The final phase of development, completed in September 2017, is the Boarding House. SISD is the second school in Dubai (Repton Dubai being the other) that offers shared or single en-suite rooms with catering through the school kitchen situated in the Middle and High School building. Boarding is offered on a weekly or full time basis to include full pastoral care and a programme of activities to support students during their time after school.
On our visit, students we spoke to talked about how much they enjoyed the structure, design and facilities of the school, the different clubs and activities that are available, the opportunities that are provided by the House System and Student Council, the sports facilities and additional language options.
Their highest praise, though, was for their teachers whom they described as “amazing, helpful and supportive, really focussed on ensuring that students really understand what they are learning and that they enjoy the subjects they take”.
In common with all new schools in Dubai, SISD underwent its first KHDA inspection in its third year of operation - in February 2018. Somewhat to the surprise of WhichSchoolAdvisor.com, the first inspection result was an Acceptable rating, indicating that students' attainment and progress, together with a range of other indicators, are in line with Dubai Regulator's expectations.
This is the minimum rating expected to be achieved; many observers had expected SISD to achieve the higher initial rating of Good, indicating achievement beyond expectations.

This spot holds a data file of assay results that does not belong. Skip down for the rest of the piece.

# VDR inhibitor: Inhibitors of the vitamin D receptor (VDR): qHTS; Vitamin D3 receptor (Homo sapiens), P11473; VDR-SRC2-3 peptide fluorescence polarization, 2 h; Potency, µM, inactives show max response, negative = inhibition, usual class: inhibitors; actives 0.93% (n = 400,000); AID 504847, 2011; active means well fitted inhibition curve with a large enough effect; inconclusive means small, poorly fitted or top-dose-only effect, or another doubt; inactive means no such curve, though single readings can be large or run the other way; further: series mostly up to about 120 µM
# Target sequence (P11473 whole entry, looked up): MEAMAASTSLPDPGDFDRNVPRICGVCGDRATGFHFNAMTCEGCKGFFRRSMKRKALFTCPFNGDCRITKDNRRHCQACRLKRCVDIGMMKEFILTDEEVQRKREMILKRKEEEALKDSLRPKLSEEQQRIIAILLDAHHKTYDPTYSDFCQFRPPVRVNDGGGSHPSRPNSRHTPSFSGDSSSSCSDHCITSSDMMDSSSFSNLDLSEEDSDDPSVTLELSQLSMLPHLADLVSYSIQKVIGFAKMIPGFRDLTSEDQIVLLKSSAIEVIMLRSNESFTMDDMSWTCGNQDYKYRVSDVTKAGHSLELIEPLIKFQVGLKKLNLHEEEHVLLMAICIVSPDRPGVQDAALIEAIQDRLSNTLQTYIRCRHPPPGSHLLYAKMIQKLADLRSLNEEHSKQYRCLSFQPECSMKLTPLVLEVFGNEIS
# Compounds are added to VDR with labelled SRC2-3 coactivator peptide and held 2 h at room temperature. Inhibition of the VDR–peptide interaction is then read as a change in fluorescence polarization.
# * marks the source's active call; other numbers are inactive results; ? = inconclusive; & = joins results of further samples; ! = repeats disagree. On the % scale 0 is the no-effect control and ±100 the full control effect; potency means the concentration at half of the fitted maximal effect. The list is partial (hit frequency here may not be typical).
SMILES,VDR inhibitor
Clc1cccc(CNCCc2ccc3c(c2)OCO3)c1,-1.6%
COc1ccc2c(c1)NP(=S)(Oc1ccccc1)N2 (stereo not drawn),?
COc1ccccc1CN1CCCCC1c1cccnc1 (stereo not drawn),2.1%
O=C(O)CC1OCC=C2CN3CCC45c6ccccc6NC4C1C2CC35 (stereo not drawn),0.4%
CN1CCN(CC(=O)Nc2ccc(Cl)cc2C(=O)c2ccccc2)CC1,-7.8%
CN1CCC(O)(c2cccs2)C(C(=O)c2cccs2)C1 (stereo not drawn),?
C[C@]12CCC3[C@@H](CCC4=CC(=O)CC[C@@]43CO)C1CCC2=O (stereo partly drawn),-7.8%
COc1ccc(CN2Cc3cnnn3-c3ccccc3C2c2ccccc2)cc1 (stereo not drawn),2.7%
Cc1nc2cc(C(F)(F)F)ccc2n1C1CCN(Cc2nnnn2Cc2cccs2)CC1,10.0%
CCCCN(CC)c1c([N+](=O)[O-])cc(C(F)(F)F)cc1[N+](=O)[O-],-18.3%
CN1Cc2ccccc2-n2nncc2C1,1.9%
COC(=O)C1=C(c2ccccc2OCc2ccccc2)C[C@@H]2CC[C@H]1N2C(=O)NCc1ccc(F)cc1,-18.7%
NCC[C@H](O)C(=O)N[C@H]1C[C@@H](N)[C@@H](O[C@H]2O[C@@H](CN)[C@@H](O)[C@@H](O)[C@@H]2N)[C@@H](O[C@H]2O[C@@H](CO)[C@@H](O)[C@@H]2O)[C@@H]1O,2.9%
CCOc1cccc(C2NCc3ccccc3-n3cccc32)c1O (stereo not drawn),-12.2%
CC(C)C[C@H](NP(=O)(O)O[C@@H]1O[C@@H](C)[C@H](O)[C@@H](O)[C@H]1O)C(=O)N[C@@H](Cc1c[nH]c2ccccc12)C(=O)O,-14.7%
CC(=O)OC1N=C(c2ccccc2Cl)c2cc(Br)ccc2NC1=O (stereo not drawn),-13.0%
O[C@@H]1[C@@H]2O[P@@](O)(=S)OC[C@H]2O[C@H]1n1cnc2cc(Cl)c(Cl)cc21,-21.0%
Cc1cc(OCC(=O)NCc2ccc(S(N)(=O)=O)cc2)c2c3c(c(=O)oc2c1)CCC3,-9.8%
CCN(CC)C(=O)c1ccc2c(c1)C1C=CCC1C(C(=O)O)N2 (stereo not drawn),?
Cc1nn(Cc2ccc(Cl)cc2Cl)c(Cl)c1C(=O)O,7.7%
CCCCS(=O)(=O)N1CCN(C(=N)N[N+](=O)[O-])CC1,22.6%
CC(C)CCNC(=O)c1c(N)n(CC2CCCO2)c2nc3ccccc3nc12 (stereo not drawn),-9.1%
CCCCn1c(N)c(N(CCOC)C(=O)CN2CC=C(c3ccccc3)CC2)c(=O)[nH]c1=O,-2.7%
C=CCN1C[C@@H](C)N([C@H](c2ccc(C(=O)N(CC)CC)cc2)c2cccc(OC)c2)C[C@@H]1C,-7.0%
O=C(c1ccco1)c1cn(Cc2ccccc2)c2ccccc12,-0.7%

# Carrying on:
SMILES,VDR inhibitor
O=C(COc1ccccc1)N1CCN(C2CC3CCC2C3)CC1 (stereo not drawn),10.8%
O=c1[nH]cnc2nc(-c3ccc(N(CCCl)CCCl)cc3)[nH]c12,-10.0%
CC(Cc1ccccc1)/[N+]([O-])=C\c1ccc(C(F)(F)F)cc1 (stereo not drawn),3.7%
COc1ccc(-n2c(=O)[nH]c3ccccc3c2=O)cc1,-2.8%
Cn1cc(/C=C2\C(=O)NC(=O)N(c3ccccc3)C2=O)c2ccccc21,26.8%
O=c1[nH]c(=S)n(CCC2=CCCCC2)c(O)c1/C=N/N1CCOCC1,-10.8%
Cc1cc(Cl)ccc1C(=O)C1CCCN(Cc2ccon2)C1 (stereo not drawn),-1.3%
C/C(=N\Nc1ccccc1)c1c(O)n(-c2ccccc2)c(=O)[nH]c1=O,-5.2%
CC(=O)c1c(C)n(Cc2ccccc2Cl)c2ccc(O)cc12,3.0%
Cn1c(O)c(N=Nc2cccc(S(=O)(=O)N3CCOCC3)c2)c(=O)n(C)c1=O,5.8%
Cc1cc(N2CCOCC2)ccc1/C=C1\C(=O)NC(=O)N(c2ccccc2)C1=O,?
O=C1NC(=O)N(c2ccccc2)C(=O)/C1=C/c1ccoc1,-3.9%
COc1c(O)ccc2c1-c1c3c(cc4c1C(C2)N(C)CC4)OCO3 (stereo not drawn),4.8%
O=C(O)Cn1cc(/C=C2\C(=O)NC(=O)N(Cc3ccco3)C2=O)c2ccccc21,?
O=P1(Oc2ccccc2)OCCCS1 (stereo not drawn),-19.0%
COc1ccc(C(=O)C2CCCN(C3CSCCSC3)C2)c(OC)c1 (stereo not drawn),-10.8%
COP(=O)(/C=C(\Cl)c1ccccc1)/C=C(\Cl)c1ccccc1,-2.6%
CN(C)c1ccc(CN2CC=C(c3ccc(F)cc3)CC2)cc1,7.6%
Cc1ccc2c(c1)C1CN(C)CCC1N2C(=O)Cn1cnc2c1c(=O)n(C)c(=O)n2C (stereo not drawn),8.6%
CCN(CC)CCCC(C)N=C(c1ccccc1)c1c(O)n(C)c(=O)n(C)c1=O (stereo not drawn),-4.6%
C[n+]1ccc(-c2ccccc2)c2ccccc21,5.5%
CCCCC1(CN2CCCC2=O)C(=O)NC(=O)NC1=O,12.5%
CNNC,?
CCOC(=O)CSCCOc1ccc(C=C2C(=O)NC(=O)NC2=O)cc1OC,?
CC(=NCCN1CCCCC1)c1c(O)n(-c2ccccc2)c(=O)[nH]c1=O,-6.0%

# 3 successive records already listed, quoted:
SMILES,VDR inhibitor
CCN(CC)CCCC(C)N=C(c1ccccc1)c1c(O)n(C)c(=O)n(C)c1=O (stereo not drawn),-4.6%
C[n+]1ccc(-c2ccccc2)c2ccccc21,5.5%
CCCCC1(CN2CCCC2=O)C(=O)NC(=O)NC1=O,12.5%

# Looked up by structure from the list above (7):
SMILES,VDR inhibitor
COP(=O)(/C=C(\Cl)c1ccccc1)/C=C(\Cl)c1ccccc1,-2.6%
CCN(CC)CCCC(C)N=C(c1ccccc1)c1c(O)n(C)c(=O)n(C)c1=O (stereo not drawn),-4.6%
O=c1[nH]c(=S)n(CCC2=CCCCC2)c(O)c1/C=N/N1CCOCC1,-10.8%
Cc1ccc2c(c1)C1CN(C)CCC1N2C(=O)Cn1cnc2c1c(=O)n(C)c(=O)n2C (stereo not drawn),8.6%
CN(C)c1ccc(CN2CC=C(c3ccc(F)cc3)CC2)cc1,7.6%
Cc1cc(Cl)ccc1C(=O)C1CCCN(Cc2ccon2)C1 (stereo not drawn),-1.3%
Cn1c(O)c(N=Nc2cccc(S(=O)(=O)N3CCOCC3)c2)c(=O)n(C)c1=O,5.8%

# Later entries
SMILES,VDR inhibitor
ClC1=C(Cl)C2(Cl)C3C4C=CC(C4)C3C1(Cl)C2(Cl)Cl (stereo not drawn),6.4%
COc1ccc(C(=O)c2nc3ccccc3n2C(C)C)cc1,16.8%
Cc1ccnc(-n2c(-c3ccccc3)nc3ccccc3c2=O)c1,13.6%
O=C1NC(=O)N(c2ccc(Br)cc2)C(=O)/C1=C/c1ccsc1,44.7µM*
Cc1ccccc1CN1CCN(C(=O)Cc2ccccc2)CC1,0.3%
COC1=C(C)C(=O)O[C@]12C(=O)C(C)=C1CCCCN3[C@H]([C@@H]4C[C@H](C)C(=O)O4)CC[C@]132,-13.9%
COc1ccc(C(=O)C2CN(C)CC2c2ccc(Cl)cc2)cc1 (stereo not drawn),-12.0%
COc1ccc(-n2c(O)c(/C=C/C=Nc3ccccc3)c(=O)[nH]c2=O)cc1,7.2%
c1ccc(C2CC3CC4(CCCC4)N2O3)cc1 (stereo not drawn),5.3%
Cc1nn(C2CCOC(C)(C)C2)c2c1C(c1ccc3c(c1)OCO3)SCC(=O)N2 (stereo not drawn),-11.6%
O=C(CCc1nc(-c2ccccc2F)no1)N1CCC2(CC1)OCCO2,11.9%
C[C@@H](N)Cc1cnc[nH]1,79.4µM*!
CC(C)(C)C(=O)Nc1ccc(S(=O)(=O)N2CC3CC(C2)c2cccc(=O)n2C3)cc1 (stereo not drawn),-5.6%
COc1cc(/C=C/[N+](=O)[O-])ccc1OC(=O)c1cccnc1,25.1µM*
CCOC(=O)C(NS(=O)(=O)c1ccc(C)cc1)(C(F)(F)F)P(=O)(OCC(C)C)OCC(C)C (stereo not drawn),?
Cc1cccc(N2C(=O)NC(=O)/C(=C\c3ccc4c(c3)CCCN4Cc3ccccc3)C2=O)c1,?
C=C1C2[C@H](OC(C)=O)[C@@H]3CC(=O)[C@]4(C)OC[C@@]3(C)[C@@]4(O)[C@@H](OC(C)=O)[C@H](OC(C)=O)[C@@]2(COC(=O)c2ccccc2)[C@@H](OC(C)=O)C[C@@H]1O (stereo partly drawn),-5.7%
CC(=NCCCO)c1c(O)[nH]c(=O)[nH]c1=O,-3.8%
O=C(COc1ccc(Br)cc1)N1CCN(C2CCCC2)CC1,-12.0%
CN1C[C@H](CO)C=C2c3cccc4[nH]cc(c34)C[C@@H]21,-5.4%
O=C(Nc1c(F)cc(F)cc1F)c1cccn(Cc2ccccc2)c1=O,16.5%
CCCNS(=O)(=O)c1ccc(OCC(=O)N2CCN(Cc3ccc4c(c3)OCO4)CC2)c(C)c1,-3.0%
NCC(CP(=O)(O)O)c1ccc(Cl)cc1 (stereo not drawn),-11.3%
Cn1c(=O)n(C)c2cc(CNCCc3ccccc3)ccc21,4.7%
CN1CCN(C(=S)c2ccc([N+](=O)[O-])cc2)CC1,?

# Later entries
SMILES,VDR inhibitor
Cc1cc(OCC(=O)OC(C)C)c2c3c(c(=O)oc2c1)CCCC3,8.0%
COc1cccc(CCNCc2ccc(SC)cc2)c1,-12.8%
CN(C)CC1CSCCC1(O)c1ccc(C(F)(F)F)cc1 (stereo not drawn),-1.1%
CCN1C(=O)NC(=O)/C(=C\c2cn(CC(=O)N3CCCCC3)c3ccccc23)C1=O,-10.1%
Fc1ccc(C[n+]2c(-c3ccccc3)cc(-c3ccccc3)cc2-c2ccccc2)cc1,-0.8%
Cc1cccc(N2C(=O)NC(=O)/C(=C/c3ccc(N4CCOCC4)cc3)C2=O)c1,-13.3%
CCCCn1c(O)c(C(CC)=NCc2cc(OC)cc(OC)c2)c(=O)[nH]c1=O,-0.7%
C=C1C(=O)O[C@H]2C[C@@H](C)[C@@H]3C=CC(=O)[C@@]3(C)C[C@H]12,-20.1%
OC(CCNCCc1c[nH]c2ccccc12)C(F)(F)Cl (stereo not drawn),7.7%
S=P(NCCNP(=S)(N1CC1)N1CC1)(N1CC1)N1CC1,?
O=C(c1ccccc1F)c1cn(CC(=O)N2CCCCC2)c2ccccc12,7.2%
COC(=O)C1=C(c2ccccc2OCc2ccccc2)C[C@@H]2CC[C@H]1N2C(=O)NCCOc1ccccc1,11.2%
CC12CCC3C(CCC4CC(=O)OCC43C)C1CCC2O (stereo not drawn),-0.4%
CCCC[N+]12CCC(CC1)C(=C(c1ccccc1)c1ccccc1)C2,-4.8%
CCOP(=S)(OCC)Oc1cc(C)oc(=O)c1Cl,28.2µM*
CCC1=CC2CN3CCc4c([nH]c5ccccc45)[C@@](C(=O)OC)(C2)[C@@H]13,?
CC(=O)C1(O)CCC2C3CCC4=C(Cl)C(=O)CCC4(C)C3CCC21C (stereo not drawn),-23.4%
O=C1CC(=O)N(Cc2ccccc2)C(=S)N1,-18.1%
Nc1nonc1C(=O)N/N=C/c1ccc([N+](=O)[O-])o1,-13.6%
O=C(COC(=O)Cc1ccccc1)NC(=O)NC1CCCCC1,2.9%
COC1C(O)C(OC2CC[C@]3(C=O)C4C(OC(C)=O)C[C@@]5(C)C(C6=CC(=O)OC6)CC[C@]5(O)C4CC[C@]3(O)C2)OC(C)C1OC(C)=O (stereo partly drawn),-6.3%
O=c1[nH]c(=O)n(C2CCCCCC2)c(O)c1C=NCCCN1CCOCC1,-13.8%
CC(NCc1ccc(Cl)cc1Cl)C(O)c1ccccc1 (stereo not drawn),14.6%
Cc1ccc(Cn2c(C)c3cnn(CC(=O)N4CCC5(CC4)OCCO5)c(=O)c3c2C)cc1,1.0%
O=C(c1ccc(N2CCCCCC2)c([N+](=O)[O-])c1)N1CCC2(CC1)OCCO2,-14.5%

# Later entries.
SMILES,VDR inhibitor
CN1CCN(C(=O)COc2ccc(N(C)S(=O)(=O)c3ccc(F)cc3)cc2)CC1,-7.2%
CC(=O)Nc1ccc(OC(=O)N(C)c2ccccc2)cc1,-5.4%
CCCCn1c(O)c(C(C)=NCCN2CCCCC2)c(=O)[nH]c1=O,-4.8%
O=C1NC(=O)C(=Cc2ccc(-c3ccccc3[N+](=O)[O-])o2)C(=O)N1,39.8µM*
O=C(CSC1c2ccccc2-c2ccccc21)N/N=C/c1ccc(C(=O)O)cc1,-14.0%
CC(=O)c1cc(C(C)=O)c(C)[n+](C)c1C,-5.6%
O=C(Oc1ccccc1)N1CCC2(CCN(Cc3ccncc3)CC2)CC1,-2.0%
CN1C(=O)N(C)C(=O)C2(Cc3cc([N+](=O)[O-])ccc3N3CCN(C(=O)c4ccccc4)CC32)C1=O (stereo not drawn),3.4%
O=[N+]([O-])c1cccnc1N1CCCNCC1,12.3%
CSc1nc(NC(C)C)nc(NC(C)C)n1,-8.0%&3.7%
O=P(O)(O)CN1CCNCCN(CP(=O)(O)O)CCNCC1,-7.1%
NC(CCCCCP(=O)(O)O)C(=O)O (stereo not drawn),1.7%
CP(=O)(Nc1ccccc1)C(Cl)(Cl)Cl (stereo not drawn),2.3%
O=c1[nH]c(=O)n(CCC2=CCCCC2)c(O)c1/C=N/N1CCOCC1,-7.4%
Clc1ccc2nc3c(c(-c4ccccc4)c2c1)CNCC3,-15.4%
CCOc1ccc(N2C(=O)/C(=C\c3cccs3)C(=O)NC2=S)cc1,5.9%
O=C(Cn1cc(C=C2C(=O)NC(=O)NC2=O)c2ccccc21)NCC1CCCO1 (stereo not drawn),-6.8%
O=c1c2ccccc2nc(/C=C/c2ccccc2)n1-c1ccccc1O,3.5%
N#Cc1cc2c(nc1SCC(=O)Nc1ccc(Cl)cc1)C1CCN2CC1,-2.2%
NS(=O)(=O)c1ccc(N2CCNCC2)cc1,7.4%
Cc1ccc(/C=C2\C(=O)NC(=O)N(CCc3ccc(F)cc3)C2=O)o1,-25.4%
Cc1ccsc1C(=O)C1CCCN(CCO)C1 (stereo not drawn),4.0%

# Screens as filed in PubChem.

To some extent the school seems to have been a victim of its own success. One of the main areas of concern noted by the inspectors, was the speed with which the school has grown and the delay in its leadership structure in growing in line with this development. In addition, it seems that the assessment processes within the school - a key area of focus for the KHDA team - are not aligned to the inspection team's requirements currently. SISD is not the only school in Dubai to have been caught out in this context.
Without doubt, there is much that is positive about the KHDA inspectors' findings and these are reflected in the areas identified as the strengths of the school:
However, there are clearly a number of key areas that require improvement. Students' attainment and progress were found to be generally Acceptable but the report notes that "[they are] highly variable across subjects and phases. Attainment in Arabic as a first language is weak. Mathematics in the Middle Years Programme (MYP) is good, due to stronger subject leadership and better teaching. Students' learning skills enable them to collaborate effectively and to carry out independent inquiry".